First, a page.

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Brest: A German Submarine in the Castle

The submersible was used to spy on the French coast during World War II. How is is found among the marine museum collections?

“This is probably the most impressive part of the museum,” said Jean-Yves Besselièvre, Marine Museum administrator of Brest. Being eleven meters long, six tons and two torpedoes -  “false, of course”  - it is true that the German submarine imposes, in the castle, just in front of the Madeleine tower.

At the cutting edge of technology

Yet this version “pocket” could only accommodate two soldiers during World War II … “The German Army was at the forefront of technology in the field of submarines” , says Jean-Yves Besselièvre.

In 1944, the institution is making 700 copies of the Seehund, ‘seal’ in German, for performing espionage operations on the French coast, “especially in the English Channel towards English ships” .

“Life was not easy …”

Inside, a pilot and a technician share a few square meters, for up to one week, the autonomy of the submarine. “Life was not easy there …” says the administrator. Indeed, without sleeping, soldiers must be content to their seats, reclining slightly, to sleep. And sometimes bear the exhaust gases that invade the submarine.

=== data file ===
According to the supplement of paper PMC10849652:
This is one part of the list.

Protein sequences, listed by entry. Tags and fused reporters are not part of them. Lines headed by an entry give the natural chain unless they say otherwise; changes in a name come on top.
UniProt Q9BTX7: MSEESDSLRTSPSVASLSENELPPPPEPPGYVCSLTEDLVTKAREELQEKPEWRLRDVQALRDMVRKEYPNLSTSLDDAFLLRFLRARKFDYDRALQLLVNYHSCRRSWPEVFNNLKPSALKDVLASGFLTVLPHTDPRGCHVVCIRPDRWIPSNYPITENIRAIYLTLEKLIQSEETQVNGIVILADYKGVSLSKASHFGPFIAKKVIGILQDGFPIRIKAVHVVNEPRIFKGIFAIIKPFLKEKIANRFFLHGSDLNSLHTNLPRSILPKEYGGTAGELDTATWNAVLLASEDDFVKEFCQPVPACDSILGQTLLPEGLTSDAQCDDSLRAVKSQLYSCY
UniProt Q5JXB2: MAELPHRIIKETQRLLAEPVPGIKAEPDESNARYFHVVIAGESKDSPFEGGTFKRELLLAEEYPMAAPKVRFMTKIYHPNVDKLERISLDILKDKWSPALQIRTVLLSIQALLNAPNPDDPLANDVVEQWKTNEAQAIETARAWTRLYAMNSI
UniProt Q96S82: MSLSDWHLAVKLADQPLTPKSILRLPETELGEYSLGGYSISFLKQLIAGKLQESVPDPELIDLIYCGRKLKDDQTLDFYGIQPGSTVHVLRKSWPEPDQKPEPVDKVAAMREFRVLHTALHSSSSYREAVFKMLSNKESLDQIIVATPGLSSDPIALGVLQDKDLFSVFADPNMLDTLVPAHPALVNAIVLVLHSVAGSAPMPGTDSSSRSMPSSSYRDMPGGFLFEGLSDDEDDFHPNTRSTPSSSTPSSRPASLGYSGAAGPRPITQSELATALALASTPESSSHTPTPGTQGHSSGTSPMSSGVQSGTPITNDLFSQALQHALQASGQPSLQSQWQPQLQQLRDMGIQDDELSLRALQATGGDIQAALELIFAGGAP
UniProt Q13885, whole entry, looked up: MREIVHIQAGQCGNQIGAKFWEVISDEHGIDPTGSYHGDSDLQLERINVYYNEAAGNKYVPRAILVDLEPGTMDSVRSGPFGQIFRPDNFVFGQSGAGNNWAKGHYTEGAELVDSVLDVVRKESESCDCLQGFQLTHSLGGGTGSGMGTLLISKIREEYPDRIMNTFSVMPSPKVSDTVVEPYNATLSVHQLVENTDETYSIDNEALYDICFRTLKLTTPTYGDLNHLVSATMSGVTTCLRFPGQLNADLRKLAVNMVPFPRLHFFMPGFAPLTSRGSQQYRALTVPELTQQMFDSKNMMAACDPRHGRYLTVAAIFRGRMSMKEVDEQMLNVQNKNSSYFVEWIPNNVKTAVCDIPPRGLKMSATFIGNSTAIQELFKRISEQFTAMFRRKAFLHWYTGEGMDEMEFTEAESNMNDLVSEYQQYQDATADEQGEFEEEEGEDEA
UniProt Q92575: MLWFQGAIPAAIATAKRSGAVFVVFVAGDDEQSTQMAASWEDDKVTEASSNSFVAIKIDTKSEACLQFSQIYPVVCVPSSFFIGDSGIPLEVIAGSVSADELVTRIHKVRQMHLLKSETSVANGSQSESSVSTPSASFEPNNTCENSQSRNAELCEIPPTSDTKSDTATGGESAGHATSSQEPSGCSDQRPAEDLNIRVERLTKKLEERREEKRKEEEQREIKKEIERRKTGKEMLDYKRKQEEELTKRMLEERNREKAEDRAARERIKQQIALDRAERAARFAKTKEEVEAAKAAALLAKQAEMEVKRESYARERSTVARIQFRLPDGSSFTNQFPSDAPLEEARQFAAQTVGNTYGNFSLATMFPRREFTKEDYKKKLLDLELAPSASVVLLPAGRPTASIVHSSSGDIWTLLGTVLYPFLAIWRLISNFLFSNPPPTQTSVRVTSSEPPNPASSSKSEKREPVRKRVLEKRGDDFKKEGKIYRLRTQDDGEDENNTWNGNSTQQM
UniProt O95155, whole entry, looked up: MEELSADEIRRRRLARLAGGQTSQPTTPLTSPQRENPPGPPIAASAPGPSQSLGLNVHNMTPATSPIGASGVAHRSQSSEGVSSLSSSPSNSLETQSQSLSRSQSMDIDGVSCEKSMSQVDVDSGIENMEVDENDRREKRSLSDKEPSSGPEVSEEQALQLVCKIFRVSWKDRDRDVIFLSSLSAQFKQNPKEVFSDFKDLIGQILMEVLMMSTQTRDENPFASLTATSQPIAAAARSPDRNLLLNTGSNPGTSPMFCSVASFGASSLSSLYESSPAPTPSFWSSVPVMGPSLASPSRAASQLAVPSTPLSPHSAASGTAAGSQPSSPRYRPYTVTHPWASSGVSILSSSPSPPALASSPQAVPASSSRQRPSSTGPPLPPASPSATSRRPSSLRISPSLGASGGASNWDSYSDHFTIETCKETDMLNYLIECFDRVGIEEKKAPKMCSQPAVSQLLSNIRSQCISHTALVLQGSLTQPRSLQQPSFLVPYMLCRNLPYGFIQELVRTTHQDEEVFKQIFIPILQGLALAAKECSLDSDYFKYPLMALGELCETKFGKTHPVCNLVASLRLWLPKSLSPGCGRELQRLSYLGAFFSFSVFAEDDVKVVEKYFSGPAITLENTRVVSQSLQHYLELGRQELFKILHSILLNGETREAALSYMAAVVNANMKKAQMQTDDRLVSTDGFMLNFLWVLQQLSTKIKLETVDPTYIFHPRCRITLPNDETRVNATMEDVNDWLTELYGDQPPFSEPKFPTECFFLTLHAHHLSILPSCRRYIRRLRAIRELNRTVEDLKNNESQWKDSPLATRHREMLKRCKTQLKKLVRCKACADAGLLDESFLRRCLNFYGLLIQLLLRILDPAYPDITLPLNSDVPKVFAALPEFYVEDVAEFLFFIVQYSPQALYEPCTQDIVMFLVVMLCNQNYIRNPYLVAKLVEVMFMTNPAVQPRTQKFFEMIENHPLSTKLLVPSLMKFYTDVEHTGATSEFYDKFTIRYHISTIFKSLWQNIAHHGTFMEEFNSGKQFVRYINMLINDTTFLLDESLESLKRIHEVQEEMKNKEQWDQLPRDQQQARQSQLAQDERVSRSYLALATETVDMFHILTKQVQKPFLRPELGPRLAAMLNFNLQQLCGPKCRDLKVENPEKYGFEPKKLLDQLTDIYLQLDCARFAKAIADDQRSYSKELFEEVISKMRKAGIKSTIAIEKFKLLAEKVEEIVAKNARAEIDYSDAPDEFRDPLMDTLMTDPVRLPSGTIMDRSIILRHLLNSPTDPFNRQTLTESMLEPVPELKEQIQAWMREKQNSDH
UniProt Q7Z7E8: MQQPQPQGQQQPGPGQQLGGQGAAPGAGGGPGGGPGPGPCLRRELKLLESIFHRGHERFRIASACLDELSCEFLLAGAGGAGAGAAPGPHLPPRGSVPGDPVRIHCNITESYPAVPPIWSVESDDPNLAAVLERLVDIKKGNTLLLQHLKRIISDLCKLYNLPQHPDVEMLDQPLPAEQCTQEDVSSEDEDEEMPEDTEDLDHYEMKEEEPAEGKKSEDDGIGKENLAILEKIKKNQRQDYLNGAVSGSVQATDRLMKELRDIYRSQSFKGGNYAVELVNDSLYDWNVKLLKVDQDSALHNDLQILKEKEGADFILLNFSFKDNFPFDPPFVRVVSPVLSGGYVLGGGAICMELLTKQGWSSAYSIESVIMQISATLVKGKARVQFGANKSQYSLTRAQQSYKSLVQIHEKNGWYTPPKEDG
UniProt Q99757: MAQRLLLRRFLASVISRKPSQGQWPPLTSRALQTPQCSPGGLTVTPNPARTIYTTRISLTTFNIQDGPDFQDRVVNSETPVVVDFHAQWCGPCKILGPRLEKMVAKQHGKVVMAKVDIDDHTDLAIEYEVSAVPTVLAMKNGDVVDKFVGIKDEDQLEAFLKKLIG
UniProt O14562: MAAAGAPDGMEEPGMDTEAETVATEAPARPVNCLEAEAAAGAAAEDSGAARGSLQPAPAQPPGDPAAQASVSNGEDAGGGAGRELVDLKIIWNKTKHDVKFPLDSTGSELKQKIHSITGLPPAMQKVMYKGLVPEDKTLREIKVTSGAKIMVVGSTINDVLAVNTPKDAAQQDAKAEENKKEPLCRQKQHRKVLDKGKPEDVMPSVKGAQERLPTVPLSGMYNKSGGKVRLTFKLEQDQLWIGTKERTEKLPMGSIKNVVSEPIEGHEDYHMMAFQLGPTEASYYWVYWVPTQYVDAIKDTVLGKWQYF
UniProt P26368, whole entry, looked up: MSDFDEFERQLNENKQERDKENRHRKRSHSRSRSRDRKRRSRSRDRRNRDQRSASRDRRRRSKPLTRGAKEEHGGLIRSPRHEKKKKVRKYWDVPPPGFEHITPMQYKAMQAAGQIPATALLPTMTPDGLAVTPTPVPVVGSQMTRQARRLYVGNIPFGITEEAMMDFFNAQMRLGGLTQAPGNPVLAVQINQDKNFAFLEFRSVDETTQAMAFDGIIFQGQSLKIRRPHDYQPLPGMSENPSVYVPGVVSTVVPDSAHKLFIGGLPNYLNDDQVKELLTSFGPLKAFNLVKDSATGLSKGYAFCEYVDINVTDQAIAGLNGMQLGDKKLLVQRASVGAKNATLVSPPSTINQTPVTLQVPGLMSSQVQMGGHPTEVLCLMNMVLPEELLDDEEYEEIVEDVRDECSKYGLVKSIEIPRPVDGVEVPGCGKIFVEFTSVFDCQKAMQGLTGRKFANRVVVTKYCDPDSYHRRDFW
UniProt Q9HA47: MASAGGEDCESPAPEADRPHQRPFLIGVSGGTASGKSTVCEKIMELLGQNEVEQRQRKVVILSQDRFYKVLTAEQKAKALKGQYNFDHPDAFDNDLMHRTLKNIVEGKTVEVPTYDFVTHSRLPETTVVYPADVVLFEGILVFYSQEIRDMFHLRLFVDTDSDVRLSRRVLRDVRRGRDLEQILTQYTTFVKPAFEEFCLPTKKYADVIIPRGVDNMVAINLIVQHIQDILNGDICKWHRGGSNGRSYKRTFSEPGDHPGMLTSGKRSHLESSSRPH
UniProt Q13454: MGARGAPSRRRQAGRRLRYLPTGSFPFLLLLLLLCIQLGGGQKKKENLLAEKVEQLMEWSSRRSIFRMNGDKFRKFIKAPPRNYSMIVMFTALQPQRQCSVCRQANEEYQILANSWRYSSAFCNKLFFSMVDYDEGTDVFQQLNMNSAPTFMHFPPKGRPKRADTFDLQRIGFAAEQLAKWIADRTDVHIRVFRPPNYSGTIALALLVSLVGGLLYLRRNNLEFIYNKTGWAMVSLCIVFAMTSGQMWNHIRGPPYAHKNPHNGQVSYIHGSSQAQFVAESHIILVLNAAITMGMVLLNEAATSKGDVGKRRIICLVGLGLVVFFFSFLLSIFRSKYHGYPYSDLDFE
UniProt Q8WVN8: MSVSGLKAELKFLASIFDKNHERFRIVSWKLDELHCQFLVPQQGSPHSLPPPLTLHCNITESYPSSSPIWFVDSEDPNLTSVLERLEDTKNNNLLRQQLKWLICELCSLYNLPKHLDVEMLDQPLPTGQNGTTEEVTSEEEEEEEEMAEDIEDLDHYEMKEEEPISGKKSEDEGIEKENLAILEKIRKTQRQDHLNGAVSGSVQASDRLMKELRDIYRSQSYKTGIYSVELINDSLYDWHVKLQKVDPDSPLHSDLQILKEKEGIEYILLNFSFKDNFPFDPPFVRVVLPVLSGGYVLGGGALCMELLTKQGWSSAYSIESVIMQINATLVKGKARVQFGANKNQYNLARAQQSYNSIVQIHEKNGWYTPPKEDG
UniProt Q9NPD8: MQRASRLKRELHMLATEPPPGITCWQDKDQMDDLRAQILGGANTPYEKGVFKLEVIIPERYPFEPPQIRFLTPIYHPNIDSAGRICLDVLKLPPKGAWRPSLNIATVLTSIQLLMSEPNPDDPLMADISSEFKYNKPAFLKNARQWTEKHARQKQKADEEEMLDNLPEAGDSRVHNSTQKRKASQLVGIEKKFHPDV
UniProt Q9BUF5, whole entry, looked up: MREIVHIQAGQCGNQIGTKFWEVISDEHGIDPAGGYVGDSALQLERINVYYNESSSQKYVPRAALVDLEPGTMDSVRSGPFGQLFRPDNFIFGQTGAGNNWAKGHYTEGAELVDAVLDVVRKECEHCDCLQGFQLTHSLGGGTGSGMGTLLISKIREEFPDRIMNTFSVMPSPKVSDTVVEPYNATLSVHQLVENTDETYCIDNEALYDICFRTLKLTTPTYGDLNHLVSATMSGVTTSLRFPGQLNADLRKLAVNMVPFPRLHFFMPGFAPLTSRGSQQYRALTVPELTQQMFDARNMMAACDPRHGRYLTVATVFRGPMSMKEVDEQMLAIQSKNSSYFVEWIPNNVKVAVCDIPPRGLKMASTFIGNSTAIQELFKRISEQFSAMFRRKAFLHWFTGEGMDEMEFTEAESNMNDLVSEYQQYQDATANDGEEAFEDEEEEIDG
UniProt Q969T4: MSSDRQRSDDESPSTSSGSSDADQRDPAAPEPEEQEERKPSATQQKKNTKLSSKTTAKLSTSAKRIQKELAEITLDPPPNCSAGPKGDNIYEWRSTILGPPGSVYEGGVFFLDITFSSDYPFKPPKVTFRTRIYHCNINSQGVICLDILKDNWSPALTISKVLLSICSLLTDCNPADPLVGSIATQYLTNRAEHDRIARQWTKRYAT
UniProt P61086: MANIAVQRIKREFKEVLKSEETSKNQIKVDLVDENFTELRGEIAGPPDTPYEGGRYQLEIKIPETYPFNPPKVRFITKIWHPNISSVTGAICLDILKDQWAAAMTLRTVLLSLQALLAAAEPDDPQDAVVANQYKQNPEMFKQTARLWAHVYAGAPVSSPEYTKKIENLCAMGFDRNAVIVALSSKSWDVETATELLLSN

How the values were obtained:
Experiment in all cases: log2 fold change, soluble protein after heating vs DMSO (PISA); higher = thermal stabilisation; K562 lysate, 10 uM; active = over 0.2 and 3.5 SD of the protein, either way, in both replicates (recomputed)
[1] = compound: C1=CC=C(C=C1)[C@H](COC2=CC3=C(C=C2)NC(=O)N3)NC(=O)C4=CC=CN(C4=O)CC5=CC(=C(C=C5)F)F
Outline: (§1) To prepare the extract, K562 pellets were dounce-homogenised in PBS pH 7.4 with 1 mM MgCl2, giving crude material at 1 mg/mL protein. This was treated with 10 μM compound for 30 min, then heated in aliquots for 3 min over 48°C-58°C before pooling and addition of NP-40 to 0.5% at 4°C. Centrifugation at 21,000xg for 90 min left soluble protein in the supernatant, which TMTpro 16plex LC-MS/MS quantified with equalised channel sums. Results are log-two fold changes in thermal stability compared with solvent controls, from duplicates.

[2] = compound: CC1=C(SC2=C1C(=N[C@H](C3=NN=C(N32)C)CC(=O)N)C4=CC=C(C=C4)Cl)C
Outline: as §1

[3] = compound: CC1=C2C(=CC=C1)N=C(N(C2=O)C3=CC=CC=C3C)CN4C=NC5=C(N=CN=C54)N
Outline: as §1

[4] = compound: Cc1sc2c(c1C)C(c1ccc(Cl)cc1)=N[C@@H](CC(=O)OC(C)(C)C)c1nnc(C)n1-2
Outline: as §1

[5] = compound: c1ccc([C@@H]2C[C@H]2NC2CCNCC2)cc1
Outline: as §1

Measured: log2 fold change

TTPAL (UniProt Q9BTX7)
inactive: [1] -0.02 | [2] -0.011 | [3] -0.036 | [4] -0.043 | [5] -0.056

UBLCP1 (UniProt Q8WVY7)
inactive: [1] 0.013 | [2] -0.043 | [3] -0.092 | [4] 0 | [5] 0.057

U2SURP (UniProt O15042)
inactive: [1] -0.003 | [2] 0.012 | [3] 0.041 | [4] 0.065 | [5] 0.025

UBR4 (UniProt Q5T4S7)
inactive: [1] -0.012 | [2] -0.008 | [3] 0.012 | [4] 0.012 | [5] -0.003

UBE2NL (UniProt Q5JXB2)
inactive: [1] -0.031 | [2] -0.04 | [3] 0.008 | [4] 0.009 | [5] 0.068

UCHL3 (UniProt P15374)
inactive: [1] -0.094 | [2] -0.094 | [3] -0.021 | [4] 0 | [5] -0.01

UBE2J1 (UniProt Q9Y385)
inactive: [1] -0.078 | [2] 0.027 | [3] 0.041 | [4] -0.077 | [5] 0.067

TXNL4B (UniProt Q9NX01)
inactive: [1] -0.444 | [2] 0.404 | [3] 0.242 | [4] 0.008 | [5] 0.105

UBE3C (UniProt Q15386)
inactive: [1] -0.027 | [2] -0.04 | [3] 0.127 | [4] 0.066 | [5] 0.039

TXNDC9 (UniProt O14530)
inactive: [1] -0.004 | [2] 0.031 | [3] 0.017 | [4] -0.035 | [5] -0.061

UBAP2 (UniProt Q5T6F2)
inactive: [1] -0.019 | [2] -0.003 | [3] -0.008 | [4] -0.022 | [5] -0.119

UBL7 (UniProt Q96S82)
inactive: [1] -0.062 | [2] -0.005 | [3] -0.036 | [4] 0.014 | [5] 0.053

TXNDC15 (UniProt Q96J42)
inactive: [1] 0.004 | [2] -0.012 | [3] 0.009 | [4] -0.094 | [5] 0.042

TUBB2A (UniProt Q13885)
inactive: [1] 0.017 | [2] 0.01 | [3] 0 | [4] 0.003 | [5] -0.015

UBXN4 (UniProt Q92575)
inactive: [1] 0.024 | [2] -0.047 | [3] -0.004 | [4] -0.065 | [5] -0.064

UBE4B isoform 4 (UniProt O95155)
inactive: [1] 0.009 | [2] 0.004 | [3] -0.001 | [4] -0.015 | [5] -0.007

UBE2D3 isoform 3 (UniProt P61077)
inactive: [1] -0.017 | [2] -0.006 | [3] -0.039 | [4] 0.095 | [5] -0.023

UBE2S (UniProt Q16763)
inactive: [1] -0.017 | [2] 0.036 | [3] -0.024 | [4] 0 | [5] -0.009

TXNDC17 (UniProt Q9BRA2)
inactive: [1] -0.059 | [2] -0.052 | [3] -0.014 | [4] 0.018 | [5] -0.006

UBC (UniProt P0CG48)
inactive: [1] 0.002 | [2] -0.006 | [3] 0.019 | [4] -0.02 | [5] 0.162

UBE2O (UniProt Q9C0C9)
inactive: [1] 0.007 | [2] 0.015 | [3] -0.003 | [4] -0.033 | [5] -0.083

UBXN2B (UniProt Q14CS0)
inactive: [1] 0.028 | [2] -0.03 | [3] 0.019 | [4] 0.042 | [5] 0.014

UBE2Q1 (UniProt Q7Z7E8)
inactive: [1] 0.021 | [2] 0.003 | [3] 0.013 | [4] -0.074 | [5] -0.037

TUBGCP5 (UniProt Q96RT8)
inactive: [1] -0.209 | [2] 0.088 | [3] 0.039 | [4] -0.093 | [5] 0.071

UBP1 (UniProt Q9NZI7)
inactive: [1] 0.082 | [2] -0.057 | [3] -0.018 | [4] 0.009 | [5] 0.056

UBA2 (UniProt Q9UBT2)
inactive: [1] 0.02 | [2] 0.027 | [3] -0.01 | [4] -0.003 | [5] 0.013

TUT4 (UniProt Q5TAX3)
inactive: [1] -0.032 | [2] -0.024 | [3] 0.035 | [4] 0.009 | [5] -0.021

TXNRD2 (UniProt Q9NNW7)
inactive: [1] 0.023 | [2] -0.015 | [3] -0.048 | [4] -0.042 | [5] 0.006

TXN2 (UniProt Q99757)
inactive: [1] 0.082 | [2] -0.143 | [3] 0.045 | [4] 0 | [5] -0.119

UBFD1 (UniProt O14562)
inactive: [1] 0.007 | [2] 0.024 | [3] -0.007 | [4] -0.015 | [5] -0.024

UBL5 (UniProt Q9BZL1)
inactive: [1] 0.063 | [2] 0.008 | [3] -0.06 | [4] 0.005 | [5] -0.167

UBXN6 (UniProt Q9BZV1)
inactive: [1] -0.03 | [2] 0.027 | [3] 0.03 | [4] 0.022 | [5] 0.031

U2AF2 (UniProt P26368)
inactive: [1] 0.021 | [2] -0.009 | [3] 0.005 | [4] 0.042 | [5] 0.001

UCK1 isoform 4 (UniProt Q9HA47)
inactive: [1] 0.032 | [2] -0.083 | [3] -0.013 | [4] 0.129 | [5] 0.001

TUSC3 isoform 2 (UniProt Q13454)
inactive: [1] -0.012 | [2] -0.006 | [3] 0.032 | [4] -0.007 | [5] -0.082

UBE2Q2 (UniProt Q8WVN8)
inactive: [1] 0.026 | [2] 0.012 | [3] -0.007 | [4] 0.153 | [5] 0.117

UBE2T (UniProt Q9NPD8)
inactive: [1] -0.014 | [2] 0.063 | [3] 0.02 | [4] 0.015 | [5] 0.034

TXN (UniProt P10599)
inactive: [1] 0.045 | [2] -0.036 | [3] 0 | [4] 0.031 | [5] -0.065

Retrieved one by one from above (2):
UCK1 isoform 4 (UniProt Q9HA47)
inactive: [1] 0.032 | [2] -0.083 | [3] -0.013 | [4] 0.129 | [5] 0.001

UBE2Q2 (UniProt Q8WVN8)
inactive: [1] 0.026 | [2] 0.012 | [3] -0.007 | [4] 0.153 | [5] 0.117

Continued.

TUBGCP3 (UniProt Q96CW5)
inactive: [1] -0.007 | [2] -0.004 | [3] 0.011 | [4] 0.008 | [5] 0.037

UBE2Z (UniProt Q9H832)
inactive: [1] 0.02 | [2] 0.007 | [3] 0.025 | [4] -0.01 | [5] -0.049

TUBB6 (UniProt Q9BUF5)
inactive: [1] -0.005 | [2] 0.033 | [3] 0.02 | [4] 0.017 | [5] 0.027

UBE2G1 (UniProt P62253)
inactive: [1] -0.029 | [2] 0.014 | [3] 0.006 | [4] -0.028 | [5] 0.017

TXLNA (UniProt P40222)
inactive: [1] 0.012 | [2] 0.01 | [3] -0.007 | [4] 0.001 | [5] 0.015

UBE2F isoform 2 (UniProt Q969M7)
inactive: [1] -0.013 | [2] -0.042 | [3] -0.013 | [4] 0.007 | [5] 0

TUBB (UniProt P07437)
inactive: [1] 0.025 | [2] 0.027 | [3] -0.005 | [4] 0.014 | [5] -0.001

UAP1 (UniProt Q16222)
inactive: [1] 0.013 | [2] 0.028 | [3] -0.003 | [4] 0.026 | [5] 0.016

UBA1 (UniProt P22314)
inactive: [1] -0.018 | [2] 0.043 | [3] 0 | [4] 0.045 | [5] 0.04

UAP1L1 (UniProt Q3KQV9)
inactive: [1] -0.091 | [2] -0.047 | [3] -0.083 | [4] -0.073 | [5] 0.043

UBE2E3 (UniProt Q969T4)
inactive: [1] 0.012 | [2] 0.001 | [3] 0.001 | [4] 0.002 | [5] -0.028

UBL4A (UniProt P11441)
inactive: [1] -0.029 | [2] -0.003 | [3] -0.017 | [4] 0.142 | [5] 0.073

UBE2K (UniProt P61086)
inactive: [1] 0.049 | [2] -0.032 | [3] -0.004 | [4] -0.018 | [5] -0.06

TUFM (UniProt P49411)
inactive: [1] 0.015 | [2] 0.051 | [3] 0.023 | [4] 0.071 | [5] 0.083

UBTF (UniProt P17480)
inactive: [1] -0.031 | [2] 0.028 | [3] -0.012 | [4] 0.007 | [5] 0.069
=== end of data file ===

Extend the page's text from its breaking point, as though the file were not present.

With a diving ability down to thirty meters deep, the submarine is especially designed to navigate on the surface, “and observe the surroundings, using a periscope” .

Recovered by the French Navy

In the summer of 1945, the copy paper in the castle is located by the Navy, in Dunkirk, with three other Seehund. They are painted black and adorned with an “S” red, “the colors and symbols of the French Navy” . Then, they are, in 1946, a fleet based in Toulon, used for testing “in the United States, including San Diego, and above all over Europe” .

In total, they realize 858 jorneys, before retiring in 1953 with the dissolution of the unit.  Ten years later, the Navy gives the building to the Marine Museum. In 1990, it was installed in the castle, after being restored, stripped and repainted, and “long presentation into three pieces at the entrance of the pier No. 8 of the base in Lorient” says Bruno Calvès in Brest secret unusual (1).

(1) Brest Secret et insolite, de Bruno Calvès, published by éditions Les Beaux Jours.

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